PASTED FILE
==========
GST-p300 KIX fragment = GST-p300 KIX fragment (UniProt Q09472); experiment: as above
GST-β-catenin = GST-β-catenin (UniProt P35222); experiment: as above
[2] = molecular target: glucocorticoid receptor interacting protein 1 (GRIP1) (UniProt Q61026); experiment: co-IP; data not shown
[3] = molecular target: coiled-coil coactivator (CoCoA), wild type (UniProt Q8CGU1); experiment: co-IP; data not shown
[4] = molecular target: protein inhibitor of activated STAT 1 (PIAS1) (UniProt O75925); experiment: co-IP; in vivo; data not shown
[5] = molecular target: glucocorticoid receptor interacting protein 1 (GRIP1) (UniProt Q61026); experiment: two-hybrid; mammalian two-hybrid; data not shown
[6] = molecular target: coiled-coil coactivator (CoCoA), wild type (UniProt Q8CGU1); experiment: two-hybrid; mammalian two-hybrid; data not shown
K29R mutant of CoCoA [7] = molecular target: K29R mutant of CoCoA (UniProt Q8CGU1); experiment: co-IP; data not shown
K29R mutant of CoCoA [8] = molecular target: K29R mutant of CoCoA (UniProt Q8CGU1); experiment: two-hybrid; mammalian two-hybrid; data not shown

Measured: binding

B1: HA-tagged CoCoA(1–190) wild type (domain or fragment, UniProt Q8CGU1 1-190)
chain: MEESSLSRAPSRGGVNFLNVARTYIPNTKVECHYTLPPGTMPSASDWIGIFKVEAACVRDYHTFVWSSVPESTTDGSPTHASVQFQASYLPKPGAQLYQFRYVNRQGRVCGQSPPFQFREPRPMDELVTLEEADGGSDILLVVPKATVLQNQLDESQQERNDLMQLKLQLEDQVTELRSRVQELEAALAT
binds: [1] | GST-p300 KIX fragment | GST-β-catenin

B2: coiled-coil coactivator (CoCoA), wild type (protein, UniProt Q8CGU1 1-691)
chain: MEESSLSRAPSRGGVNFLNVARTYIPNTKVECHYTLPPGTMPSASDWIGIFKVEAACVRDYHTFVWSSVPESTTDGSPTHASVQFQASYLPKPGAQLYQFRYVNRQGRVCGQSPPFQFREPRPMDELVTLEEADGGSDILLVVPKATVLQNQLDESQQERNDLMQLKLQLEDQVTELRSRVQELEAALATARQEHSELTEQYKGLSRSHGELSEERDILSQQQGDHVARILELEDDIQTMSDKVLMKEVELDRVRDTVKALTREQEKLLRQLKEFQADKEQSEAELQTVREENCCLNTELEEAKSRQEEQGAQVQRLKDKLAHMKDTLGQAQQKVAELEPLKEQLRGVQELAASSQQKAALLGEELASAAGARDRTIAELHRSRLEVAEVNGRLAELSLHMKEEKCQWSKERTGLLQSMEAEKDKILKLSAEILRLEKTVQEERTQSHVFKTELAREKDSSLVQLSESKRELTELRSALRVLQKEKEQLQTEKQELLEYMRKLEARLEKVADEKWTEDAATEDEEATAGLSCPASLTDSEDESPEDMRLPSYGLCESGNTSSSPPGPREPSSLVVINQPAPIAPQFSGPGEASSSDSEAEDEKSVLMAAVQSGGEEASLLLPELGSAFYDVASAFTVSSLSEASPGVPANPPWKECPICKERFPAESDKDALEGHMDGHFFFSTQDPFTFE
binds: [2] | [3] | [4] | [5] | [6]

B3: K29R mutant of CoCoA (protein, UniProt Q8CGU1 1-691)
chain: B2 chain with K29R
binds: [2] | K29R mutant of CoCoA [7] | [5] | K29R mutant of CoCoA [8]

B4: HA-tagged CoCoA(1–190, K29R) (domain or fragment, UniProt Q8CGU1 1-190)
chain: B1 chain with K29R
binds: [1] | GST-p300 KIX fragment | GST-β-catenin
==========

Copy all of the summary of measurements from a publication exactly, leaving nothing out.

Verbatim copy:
GST-p300 KIX fragment = GST-p300 KIX fragment (UniProt Q09472); experiment: as above
GST-β-catenin = GST-β-catenin (UniProt P35222); experiment: as above
[2] = molecular target: glucocorticoid receptor interacting protein 1 (GRIP1) (UniProt Q61026); experiment: co-IP; data not shown
[3] = molecular target: coiled-coil coactivator (CoCoA), wild type (UniProt Q8CGU1); experiment: co-IP; data not shown
[4] = molecular target: protein inhibitor of activated STAT 1 (PIAS1) (UniProt O75925); experiment: co-IP; in vivo; data not shown
[5] = molecular target: glucocorticoid receptor interacting protein 1 (GRIP1) (UniProt Q61026); experiment: two-hybrid; mammalian two-hybrid; data not shown
[6] = molecular target: coiled-coil coactivator (CoCoA), wild type (UniProt Q8CGU1); experiment: two-hybrid; mammalian two-hybrid; data not shown
K29R mutant of CoCoA [7] = molecular target: K29R mutant of CoCoA (UniProt Q8CGU1); experiment: co-IP; data not shown
K29R mutant of CoCoA [8] = molecular target: K29R mutant of CoCoA (UniProt Q8CGU1); experiment: two-hybrid; mammalian two-hybrid; data not shown

Measured: binding

B1: HA-tagged CoCoA(1–190) wild type (domain or fragment, UniProt Q8CGU1 1-190)
chain: MEESSLSRAPSRGGVNFLNVARTYIPNTKVECHYTLPPGTMPSASDWIGIFKVEAACVRDYHTFVWSSVPESTTDGSPTHASVQFQASYLPKPGAQLYQFRYVNRQGRVCGQSPPFQFREPRPMDELVTLEEADGGSDILLVVPKATVLQNQLDESQQERNDLMQLKLQLEDQVTELRSRVQELEAALAT
binds: [1] | GST-p300 KIX fragment | GST-β-catenin

B2: coiled-coil coactivator (CoCoA), wild type (protein, UniProt Q8CGU1 1-691)
chain: MEESSLSRAPSRGGVNFLNVARTYIPNTKVECHYTLPPGTMPSASDWIGIFKVEAACVRDYHTFVWSSVPESTTDGSPTHASVQFQASYLPKPGAQLYQFRYVNRQGRVCGQSPPFQFREPRPMDELVTLEEADGGSDILLVVPKATVLQNQLDESQQERNDLMQLKLQLEDQVTELRSRVQELEAALATARQEHSELTEQYKGLSRSHGELSEERDILSQQQGDHVARILELEDDIQTMSDKVLMKEVELDRVRDTVKALTREQEKLLRQLKEFQADKEQSEAELQTVREENCCLNTELEEAKSRQEEQGAQVQRLKDKLAHMKDTLGQAQQKVAELEPLKEQLRGVQELAASSQQKAALLGEELASAAGARDRTIAELHRSRLEVAEVNGRLAELSLHMKEEKCQWSKERTGLLQSMEAEKDKILKLSAEILRLEKTVQEERTQSHVFKTELAREKDSSLVQLSESKRELTELRSALRVLQKEKEQLQTEKQELLEYMRKLEARLEKVADEKWTEDAATEDEEATAGLSCPASLTDSEDESPEDMRLPSYGLCESGNTSSSPPGPREPSSLVVINQPAPIAPQFSGPGEASSSDSEAEDEKSVLMAAVQSGGEEASLLLPELGSAFYDVASAFTVSSLSEASPGVPANPPWKECPICKERFPAESDKDALEGHMDGHFFFSTQDPFTFE
binds: [2] | [3] | [4] | [5] | [6]

B3: K29R mutant of CoCoA (protein, UniProt Q8CGU1 1-691)
chain: B2 chain with K29R
binds: [2] | K29R mutant of CoCoA [7] | [5] | K29R mutant of CoCoA [8]

B4: HA-tagged CoCoA(1–190, K29R) (domain or fragment, UniProt Q8CGU1 1-190)
chain: B1 chain with K29R
binds: [1] | GST-p300 KIX fragment | GST-β-catenin